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Re: [OCBackpackers] Why no trips?

From: Dave M.
Sent on: Thursday, June 29, 2017 10:41 AM
I've found the open conversation very interesting to follow. Most organizations go stale after a while, not just meetups, unless there's a continual infusion of fresh blood. Gary noted  DCUL and Washington Backpackers, both out of the Northern VA area.  They have a bit of an advantage of a larger population to draw on but ultimately the infusion of new faces is what keeps those going. There are a dozen or so organizers that are very active but those dozen change over time. There's an informal mentoring system going on.

Also, number of members != number of active members. I'm not sure if Meetup has a way to assess that though. There are meetups with 1000's of members that post 1 trip a year (and 3 people attend). Heck, I'm an OCB member but been on an OCB trip yet. It was the first hit for "backpacking" in my area when I was looking to expand beyond solo trips.

Personally, organizing a trip is a very high stress situation for me. I'm worried about personalities, capabilities, transportation, safety, etc. Meeting new people is scary and intimidating. I have not organized a trip for OCB yet but I have organized many for DC UL. One thing that makes a big difference for me in both the organizing role and the participant role is the ranking system DC UL uses. As an organizer it drastically lowers my anxiety level to know that if I plan a difficult trip that I can limit the trip folks who have confirmed experience. As a participant, the ranking lets me know the style of trip and what is expected. I've lead very difficult trips limited to veterans and quite a few lower mileage trips that are open to anyone.  As Gary pointed out there is also some specialization going on - or at least an expectation. There is likely to be long, face-paced miles (though many of the low mileage trips aren't particularly or necessarily fast-paced; you'll likely be on the trail as the sun rises or shortly thereafter. A trip is not likely to be cancelled due to rain. (Though a hurricane will shut things down.)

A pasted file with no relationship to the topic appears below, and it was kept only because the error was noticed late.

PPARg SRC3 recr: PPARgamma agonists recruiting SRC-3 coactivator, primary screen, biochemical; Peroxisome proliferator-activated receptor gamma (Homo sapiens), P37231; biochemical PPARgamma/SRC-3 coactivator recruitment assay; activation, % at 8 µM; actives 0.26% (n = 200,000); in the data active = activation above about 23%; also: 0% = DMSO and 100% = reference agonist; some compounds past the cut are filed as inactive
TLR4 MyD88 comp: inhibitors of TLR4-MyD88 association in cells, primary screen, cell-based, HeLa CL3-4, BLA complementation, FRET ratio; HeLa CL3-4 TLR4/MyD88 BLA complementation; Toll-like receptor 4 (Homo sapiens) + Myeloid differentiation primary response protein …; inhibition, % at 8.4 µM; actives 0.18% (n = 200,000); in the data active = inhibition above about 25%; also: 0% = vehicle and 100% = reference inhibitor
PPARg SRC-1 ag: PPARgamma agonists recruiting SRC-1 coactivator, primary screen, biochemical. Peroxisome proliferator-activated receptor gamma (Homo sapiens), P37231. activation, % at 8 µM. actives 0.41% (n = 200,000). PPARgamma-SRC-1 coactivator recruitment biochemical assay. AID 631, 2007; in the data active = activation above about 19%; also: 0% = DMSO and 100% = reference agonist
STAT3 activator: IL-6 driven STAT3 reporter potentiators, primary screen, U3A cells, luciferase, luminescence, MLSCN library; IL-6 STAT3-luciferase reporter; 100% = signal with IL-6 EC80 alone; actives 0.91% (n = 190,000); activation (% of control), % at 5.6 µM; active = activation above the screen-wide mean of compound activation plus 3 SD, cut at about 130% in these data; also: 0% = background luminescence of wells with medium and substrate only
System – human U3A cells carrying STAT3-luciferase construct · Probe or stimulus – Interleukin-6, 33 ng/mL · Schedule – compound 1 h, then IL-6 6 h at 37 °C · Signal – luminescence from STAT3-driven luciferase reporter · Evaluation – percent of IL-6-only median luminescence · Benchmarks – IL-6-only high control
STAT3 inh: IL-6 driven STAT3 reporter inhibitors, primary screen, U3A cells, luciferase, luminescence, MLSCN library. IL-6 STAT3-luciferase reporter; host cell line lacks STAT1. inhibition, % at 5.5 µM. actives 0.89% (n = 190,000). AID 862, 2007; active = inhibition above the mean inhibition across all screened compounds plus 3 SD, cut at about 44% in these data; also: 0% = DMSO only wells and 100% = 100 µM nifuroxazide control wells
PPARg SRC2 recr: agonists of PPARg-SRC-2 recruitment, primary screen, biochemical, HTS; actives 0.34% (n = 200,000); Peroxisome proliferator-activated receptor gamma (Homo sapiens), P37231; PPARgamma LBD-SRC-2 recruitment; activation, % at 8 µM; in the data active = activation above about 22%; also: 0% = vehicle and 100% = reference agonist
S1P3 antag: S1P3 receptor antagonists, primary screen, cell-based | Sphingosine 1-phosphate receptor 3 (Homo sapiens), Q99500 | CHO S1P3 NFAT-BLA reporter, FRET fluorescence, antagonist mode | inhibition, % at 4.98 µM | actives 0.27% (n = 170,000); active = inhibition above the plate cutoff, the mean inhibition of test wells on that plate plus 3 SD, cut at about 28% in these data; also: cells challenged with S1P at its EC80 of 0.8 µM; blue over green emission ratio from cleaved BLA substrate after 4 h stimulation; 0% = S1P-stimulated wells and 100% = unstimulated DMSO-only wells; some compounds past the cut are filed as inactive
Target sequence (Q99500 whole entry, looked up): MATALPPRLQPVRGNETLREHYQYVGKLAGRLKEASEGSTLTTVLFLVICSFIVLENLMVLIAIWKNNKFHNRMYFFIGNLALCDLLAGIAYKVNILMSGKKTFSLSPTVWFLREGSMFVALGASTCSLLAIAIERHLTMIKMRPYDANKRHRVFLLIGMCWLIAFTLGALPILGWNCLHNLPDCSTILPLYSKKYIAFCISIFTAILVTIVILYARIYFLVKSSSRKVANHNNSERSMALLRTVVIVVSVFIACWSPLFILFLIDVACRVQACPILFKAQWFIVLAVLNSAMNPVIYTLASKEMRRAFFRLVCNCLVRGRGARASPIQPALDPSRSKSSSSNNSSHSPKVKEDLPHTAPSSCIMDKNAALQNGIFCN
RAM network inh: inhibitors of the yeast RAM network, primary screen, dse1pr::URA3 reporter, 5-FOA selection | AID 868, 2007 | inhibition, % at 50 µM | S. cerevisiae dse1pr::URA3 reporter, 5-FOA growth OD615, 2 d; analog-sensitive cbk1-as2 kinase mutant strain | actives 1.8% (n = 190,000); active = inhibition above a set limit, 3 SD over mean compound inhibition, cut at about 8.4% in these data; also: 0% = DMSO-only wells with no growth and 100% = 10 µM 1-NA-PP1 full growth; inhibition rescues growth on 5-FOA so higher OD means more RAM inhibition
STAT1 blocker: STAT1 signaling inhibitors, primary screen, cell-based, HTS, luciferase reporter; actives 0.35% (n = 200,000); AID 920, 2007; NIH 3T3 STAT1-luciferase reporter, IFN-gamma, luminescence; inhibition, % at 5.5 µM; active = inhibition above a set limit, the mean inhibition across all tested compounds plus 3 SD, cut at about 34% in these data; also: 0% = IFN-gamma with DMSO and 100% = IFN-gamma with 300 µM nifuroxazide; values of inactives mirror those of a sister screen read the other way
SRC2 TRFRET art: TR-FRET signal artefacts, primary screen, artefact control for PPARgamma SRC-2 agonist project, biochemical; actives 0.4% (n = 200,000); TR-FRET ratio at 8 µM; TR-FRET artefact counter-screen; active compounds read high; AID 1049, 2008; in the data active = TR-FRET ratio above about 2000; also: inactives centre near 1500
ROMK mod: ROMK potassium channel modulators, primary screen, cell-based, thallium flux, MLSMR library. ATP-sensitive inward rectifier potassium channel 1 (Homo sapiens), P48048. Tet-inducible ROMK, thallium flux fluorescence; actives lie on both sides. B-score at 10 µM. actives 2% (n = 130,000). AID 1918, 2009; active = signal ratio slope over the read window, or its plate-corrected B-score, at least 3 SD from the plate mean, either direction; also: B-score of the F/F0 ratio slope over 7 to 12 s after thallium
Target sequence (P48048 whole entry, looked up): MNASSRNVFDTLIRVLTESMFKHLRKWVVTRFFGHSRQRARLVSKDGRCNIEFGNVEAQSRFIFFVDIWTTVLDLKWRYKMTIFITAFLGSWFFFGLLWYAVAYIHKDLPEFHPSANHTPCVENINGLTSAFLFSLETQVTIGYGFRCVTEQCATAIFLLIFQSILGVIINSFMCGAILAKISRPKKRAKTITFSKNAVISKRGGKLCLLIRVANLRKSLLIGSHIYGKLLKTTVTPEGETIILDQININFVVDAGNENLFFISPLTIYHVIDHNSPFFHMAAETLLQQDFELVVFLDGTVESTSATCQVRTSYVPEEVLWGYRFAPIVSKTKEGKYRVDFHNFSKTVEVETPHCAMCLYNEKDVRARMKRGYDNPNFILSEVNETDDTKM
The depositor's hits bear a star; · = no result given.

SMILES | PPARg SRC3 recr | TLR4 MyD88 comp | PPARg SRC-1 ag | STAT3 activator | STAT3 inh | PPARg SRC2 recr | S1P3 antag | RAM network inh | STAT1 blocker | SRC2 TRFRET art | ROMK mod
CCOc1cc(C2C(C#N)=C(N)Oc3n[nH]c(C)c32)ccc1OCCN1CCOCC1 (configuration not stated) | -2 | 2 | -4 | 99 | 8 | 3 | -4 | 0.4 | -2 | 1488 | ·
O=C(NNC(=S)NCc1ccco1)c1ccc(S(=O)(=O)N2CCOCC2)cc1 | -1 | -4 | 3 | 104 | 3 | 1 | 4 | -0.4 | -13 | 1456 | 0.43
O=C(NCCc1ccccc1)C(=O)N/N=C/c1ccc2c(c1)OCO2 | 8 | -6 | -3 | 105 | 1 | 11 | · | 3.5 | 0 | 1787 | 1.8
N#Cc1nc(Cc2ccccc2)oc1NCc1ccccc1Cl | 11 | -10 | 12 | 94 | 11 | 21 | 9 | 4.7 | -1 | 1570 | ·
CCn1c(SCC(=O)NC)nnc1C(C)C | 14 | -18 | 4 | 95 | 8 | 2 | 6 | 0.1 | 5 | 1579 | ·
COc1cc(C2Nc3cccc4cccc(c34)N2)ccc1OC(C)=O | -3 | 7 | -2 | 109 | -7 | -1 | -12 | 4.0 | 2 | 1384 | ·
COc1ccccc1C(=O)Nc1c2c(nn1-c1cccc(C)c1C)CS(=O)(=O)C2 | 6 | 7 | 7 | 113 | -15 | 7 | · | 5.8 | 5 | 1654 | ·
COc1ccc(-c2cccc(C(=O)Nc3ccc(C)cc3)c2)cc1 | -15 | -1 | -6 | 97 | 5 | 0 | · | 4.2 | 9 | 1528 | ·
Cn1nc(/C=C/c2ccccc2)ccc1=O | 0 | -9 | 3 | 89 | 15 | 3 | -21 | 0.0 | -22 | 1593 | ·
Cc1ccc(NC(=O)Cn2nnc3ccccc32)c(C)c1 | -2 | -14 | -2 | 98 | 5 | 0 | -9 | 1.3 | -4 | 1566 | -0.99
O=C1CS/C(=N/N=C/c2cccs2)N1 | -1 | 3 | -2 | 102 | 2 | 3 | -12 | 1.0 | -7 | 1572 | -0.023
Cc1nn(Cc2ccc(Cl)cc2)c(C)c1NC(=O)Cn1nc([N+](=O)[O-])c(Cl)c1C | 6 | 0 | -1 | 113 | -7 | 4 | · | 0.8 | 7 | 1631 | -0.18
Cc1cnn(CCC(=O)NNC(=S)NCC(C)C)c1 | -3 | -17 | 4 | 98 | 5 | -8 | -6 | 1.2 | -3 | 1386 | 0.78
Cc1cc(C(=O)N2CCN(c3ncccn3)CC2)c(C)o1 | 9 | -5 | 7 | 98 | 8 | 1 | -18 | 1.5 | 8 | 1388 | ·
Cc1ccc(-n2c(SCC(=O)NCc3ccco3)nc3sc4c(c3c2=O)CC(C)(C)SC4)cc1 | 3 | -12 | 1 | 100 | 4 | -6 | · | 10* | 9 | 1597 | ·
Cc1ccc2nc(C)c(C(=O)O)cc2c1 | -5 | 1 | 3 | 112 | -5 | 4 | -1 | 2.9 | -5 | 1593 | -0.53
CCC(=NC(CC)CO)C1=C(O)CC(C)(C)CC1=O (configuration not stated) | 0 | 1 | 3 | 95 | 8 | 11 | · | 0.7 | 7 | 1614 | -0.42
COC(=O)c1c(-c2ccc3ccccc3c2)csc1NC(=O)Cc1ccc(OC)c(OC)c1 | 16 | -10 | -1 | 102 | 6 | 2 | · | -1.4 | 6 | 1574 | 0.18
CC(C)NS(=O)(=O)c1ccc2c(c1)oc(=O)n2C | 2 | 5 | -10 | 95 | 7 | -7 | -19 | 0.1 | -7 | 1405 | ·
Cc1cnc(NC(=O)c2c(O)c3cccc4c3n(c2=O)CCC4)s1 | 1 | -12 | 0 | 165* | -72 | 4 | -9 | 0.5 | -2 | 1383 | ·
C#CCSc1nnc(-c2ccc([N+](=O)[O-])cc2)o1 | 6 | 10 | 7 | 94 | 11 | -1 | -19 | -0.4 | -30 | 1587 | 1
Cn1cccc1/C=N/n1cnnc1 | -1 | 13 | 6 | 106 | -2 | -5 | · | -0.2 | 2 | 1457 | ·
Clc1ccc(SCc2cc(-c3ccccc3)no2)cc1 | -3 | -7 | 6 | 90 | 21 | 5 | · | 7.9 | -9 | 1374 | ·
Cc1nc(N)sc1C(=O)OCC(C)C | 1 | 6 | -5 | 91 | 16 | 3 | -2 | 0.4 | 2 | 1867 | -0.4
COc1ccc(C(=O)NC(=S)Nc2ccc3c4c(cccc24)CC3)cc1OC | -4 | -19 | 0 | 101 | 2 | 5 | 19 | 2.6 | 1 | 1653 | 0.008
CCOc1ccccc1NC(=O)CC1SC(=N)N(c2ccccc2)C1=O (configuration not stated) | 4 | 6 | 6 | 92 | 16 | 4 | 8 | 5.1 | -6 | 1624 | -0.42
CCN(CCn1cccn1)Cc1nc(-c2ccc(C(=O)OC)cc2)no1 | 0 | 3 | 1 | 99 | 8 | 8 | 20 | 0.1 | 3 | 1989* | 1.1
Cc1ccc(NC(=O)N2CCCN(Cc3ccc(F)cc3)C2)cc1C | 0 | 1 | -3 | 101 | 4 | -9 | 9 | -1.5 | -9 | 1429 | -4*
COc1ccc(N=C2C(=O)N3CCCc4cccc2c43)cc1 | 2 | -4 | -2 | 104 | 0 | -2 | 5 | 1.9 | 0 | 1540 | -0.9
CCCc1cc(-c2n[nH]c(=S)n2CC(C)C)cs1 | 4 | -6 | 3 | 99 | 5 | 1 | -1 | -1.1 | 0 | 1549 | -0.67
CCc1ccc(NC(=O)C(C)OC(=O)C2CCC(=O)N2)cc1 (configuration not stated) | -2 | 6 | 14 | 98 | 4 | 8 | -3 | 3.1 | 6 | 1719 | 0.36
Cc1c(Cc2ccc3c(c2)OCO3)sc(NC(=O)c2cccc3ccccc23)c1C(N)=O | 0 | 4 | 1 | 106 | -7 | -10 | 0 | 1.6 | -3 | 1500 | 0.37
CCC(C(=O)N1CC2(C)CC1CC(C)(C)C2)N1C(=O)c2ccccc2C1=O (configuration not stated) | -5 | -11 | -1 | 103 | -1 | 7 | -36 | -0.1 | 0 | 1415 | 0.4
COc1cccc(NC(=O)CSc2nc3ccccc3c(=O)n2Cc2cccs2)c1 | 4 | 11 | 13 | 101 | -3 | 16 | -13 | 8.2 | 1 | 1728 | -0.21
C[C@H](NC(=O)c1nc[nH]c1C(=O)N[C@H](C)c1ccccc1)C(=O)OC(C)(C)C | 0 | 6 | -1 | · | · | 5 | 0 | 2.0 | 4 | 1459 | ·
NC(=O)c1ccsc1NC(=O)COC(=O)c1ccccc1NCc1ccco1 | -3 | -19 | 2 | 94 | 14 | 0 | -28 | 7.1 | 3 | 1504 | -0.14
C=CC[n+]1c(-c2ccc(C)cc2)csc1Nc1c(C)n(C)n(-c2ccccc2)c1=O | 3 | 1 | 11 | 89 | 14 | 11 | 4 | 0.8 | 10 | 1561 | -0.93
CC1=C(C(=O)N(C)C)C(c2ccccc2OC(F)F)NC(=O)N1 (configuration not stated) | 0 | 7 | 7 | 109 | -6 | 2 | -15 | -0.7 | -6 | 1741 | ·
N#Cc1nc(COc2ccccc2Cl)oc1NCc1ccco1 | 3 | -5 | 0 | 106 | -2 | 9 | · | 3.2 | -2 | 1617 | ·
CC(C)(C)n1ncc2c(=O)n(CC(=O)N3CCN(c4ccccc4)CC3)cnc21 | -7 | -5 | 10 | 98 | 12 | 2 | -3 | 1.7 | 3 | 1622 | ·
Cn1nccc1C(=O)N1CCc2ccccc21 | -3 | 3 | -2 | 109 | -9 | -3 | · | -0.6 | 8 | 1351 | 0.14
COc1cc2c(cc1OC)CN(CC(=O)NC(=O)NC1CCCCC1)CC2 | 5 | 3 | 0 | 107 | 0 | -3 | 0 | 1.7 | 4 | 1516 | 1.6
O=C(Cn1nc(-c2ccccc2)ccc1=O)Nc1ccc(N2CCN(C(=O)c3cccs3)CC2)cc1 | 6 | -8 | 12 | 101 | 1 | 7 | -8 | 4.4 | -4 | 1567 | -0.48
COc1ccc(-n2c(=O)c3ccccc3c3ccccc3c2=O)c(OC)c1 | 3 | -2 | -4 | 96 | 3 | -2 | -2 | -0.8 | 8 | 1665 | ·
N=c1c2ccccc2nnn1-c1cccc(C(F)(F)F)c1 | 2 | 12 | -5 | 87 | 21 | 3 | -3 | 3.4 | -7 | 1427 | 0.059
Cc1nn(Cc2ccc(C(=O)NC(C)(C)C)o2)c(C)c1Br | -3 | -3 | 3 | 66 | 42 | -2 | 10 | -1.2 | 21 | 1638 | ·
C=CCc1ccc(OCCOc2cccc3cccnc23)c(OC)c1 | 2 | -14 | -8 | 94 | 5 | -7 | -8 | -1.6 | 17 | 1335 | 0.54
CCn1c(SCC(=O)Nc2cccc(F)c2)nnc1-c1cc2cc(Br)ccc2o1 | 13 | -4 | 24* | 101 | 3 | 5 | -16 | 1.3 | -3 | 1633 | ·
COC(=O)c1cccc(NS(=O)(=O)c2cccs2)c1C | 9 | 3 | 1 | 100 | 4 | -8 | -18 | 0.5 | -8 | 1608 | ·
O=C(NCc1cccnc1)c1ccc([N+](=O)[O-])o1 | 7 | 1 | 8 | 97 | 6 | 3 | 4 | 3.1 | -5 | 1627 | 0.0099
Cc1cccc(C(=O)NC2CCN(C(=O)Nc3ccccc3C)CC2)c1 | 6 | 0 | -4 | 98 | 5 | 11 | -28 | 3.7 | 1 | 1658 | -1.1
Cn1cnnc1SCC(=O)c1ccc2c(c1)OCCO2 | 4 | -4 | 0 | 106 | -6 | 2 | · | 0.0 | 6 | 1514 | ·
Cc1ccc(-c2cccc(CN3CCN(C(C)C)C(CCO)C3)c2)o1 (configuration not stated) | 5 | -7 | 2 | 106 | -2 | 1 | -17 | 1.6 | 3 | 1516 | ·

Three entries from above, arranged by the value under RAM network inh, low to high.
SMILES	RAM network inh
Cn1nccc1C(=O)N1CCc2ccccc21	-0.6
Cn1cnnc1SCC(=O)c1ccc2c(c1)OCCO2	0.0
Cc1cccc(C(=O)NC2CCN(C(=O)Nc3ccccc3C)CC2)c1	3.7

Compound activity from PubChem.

I am NOT suggesting that OCB needs a ranking system. I'm just sharing that it made it easier for me to learn how to be an organizer. I could never be an organizer like Phil. I don't have the skill set. There's no way I could plan a big trip like Wind River or Grand Canyon without having been on multiple trips with those folks beforehand.

On that note, the other factor that has come up is the different styles and desires folks have. Even from the small number of responses to Phil's question there is a wide range of preferences. That may be a factor to gaining critical mass on trips. You have to have enough folks for a given style that are available on a given weekend.